Paul Gatza: U.S. Brewery Count Grows to 2,126 With 1,252 More in Planning

At least one new craft brewery opens each day in the U.S., according to Brewers Association Director, Paul Gatza’s, latest estimates.

“Just out of speculation, this year our conversion rate will probably be near 40 percent,” he said. “That means roughly 40 percent of the 915 breweries-in-planning in our database from December 2011 will come online in 2012, or about 350.”

His latest numbers peg the total U.S brewery count at 2,126, up from the 1,949 reported at the end of last year. That means through the first six month of 2012, 177 new breweries have entered the space, many of which are operating on smaller brewing systems Gatza said.

“I would say that a fair estimate is that slightly less than half are opening on 3-barrel (or less) brewing systems,” Gatza said. “Then there is another group on slightly larger 7-barrel and 10-barrel systems.”

So how much “new” capacity is coming online? Gatza estimates that if each new brewery produces between 200-400 barrels annually, roughly 100,000 “new” barrels will come online in 2012.That’s a far cry from the 10 million new barrels Brooklyn Brewery’s Steve Hindy suggests is currently being built out. But Hindy’s number reflects major expansions from large regional players, many of which are planning to build out 5-10 times the amount of collective barrels that newly launched breweries will produce this year.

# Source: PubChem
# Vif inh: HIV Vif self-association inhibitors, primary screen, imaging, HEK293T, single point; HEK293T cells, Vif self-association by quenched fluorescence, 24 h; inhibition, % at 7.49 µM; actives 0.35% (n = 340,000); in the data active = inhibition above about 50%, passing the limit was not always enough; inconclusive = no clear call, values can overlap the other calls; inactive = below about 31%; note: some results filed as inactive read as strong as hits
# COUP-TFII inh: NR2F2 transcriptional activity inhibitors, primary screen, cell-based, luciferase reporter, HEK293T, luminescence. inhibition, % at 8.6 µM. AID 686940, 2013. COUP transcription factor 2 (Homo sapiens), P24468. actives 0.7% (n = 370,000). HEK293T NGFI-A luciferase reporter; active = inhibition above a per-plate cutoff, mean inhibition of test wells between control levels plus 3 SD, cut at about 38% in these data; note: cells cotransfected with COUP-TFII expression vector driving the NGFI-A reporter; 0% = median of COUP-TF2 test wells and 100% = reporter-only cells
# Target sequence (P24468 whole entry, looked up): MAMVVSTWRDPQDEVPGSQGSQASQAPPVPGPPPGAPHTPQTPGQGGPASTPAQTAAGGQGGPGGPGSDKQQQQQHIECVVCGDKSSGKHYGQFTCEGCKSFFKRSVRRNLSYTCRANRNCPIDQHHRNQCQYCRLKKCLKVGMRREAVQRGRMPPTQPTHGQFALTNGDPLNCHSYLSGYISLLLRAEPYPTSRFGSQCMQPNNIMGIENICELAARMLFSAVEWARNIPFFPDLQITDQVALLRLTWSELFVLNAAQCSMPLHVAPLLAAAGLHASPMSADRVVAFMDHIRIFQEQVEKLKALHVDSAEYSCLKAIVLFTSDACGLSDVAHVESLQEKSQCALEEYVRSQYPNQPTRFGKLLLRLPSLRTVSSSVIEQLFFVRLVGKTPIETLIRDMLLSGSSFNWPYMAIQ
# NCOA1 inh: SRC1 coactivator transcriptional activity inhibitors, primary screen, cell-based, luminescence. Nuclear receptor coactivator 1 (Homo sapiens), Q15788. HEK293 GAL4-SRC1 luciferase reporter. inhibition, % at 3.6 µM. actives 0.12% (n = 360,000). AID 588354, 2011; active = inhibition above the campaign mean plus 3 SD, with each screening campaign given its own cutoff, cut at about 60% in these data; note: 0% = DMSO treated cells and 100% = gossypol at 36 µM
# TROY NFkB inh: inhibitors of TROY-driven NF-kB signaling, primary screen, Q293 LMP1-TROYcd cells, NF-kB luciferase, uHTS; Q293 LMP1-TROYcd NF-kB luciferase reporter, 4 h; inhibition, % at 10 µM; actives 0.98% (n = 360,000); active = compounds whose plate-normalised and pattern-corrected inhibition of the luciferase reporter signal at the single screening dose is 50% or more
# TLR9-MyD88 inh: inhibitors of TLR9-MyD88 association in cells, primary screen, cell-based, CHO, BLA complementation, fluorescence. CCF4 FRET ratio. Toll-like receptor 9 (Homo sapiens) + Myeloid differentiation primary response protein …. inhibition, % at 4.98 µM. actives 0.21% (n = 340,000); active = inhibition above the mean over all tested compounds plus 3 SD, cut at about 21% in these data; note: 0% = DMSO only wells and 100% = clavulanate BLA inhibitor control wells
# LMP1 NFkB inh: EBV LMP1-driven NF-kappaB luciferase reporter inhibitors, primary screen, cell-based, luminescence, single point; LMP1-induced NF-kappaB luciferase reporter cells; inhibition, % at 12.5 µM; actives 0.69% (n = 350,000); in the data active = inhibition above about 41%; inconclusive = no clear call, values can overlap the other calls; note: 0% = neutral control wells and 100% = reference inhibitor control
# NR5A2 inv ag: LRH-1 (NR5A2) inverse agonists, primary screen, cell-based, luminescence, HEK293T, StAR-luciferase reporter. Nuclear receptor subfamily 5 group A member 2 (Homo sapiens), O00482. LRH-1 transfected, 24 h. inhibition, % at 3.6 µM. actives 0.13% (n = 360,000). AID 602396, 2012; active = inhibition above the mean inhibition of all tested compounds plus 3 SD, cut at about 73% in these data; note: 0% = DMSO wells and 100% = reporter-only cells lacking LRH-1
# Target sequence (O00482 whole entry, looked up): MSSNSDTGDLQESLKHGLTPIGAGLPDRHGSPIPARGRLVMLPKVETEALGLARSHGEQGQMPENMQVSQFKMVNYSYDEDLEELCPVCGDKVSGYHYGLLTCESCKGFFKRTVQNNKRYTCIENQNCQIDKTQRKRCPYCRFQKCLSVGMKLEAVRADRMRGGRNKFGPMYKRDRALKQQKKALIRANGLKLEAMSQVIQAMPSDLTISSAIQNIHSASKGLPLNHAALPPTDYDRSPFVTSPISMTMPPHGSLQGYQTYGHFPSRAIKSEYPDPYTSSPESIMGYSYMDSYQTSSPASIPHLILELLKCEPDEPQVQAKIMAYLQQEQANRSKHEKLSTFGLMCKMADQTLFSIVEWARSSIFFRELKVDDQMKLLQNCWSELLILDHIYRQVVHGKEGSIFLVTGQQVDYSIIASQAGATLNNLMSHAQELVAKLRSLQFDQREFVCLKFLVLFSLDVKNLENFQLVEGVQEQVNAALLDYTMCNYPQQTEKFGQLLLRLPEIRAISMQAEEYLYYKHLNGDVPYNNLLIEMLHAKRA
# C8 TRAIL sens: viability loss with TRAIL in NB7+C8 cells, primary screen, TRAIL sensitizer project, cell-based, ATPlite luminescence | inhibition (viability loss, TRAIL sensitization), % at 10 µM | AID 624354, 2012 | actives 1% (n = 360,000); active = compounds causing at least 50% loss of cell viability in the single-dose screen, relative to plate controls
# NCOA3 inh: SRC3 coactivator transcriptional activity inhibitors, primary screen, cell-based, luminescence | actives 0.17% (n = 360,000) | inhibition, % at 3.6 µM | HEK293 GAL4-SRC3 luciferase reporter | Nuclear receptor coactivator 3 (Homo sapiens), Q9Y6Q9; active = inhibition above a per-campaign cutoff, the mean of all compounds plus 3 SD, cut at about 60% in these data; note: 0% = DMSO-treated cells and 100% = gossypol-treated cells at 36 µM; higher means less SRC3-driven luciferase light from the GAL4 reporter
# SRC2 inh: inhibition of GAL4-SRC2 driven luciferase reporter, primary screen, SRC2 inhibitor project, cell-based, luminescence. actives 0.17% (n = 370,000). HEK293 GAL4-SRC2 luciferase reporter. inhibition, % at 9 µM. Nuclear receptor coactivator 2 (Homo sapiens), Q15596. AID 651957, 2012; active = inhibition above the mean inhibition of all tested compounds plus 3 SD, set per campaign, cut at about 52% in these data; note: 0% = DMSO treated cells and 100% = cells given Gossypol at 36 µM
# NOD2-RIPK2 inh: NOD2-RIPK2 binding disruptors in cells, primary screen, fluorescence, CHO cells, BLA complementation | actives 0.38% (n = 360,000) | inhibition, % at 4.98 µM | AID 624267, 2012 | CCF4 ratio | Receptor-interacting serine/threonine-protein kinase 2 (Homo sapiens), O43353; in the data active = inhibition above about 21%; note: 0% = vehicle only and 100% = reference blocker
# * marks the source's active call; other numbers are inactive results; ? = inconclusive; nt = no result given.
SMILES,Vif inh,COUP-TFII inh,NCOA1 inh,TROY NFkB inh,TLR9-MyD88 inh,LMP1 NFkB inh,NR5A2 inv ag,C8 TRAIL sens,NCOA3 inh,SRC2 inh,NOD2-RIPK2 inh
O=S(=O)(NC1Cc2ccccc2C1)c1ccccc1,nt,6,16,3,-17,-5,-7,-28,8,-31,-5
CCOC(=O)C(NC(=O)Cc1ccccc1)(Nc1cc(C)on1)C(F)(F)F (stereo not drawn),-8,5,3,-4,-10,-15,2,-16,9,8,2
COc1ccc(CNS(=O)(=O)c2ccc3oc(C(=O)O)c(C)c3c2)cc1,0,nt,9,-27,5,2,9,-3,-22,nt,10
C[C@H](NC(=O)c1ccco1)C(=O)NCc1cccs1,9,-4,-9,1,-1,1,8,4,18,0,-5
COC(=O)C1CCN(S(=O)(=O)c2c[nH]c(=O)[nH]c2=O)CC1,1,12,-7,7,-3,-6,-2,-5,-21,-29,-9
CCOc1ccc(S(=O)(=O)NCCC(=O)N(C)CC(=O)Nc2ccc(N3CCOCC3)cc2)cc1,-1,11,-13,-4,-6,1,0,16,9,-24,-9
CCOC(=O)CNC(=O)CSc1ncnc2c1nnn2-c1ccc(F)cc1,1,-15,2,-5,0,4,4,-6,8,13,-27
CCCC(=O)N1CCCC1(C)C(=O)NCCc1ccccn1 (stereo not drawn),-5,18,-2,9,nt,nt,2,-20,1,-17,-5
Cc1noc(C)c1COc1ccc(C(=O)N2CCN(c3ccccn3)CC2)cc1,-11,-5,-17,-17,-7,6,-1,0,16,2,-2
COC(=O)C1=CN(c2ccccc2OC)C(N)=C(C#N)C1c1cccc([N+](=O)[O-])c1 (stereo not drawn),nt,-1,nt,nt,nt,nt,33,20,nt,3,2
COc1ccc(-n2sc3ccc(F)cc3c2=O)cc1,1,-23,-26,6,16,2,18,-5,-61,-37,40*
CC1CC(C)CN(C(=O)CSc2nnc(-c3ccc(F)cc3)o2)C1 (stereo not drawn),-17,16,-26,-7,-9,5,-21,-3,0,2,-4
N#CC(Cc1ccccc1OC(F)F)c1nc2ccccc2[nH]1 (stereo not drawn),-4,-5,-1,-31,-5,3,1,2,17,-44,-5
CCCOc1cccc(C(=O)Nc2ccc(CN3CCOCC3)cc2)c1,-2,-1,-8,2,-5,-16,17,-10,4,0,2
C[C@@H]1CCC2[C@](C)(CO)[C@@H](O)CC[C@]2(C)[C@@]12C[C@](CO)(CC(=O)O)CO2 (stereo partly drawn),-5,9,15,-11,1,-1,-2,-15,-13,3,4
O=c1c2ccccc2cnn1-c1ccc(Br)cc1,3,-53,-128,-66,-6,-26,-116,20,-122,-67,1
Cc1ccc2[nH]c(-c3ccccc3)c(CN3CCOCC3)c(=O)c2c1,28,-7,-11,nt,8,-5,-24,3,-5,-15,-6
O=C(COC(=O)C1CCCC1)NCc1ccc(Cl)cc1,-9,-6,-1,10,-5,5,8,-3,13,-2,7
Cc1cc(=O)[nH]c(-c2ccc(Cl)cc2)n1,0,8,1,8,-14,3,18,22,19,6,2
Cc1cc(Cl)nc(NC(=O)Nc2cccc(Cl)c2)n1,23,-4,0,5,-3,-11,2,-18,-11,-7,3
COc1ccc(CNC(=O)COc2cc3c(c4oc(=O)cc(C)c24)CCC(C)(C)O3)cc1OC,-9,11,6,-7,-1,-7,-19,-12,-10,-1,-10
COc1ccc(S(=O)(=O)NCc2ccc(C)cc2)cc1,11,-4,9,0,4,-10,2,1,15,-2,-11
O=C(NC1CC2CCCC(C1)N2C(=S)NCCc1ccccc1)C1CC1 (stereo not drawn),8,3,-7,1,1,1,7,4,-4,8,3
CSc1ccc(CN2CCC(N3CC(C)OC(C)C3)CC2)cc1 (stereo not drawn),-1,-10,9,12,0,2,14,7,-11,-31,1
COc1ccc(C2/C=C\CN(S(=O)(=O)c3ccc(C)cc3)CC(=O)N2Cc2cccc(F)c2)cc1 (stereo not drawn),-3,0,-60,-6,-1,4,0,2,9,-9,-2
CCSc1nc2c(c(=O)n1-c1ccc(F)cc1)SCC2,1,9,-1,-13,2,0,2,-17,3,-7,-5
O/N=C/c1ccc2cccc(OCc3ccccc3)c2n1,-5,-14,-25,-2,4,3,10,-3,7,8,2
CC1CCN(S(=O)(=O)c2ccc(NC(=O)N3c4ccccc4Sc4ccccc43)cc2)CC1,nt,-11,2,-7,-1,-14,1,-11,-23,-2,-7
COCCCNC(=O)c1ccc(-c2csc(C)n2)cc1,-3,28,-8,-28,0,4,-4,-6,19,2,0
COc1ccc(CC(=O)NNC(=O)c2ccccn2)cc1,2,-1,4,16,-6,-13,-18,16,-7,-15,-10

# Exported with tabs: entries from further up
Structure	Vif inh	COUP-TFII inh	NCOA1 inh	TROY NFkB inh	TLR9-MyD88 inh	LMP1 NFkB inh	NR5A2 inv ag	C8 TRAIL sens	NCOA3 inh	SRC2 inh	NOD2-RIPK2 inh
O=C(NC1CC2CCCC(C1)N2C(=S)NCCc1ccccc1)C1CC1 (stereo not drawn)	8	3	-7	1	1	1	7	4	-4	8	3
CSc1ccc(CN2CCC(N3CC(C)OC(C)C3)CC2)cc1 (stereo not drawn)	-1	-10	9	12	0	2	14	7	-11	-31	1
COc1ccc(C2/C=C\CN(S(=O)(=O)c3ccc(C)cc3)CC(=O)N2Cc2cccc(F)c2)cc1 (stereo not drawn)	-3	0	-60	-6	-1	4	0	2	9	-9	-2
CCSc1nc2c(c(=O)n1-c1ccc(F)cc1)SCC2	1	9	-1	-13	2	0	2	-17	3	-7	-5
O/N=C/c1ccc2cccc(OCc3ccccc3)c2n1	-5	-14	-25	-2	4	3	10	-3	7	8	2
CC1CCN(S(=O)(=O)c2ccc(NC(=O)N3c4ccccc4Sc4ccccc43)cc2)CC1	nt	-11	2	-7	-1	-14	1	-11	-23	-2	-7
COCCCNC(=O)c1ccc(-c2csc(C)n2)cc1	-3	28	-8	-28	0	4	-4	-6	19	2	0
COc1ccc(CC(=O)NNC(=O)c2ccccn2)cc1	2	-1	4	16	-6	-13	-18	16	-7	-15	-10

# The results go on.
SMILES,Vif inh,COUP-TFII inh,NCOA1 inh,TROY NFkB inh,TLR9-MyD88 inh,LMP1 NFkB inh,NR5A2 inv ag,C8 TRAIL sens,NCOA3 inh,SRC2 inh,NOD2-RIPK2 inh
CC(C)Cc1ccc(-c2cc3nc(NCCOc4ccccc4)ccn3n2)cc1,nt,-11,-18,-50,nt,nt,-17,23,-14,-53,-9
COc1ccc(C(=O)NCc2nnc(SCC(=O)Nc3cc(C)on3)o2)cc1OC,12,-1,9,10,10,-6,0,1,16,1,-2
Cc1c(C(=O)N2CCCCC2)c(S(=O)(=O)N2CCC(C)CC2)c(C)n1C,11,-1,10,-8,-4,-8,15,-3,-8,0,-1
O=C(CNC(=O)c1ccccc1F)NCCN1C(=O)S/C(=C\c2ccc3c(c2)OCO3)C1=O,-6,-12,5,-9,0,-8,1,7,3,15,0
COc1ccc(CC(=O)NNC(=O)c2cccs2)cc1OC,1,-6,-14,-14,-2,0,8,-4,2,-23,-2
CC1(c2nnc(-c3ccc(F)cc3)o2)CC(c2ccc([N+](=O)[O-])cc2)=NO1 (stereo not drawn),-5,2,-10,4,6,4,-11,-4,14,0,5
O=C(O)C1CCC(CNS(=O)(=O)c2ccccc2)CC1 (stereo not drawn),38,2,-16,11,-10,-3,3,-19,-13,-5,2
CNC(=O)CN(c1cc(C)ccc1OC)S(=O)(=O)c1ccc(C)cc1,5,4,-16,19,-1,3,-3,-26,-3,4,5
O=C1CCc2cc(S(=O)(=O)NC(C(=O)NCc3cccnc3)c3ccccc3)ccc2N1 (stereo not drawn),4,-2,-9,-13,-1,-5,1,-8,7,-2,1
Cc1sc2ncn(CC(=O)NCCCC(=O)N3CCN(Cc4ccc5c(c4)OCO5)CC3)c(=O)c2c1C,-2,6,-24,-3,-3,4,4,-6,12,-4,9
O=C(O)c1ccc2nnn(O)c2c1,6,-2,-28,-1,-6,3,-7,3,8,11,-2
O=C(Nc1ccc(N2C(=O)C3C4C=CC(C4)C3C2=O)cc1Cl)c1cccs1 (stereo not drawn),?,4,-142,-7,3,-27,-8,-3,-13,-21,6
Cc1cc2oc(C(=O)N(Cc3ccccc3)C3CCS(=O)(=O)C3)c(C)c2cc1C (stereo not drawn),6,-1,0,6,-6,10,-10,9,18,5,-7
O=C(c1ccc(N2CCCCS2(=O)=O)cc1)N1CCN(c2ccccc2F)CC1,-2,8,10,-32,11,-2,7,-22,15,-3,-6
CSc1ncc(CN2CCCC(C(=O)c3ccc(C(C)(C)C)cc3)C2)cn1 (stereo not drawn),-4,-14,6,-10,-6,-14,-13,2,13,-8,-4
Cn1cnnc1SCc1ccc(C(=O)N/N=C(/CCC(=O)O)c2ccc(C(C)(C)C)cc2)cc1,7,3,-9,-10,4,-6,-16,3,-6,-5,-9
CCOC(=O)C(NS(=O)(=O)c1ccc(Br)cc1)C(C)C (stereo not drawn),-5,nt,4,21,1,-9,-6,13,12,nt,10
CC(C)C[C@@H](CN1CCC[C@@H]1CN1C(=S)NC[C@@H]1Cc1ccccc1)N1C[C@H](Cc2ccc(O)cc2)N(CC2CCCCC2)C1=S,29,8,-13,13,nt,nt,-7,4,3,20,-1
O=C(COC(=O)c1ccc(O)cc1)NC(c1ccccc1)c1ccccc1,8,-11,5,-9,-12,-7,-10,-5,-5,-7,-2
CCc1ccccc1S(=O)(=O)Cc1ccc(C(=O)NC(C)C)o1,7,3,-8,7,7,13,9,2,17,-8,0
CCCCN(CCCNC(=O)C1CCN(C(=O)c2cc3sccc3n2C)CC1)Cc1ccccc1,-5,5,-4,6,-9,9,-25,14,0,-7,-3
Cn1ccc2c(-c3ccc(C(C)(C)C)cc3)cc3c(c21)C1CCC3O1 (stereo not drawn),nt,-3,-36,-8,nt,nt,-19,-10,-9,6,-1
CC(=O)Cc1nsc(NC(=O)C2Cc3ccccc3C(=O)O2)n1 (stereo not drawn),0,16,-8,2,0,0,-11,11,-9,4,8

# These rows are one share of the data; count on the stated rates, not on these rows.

Still, the most astonishing number Gatza relayed to is the amount of “breweries-in-planning”, which he said is 1,252 as of June 30th.

But unlike the craft beer boom of the 1990’s, Gatza said the Brewers Association is witnessing more packaging breweries launching rather than brewpubs.

“Many of them are starting small and relying on a tasting room to build awareness and sales in the communities in which they exist,” he said.

Despite the torrid brewery opening rate, Gatza isn’t too concerned about a “bubble burst.”

“Even if some of these folks stop making beer, it won’t seem like the bubble is bursting,” said Gatza. “A lot of these new startups are out of the way in office parks, not the ‘main street’ brewpubs we saw closing up shop in the late 90’s. That is what made people question if craft was viable.”

And Gatza has open arms for anyone wondering if it’s too late to enter the space.

“I’d say that there are still plenty of opportunities for shelf space, for startup brewers and for retailers that want to get into the craft business,” he said.

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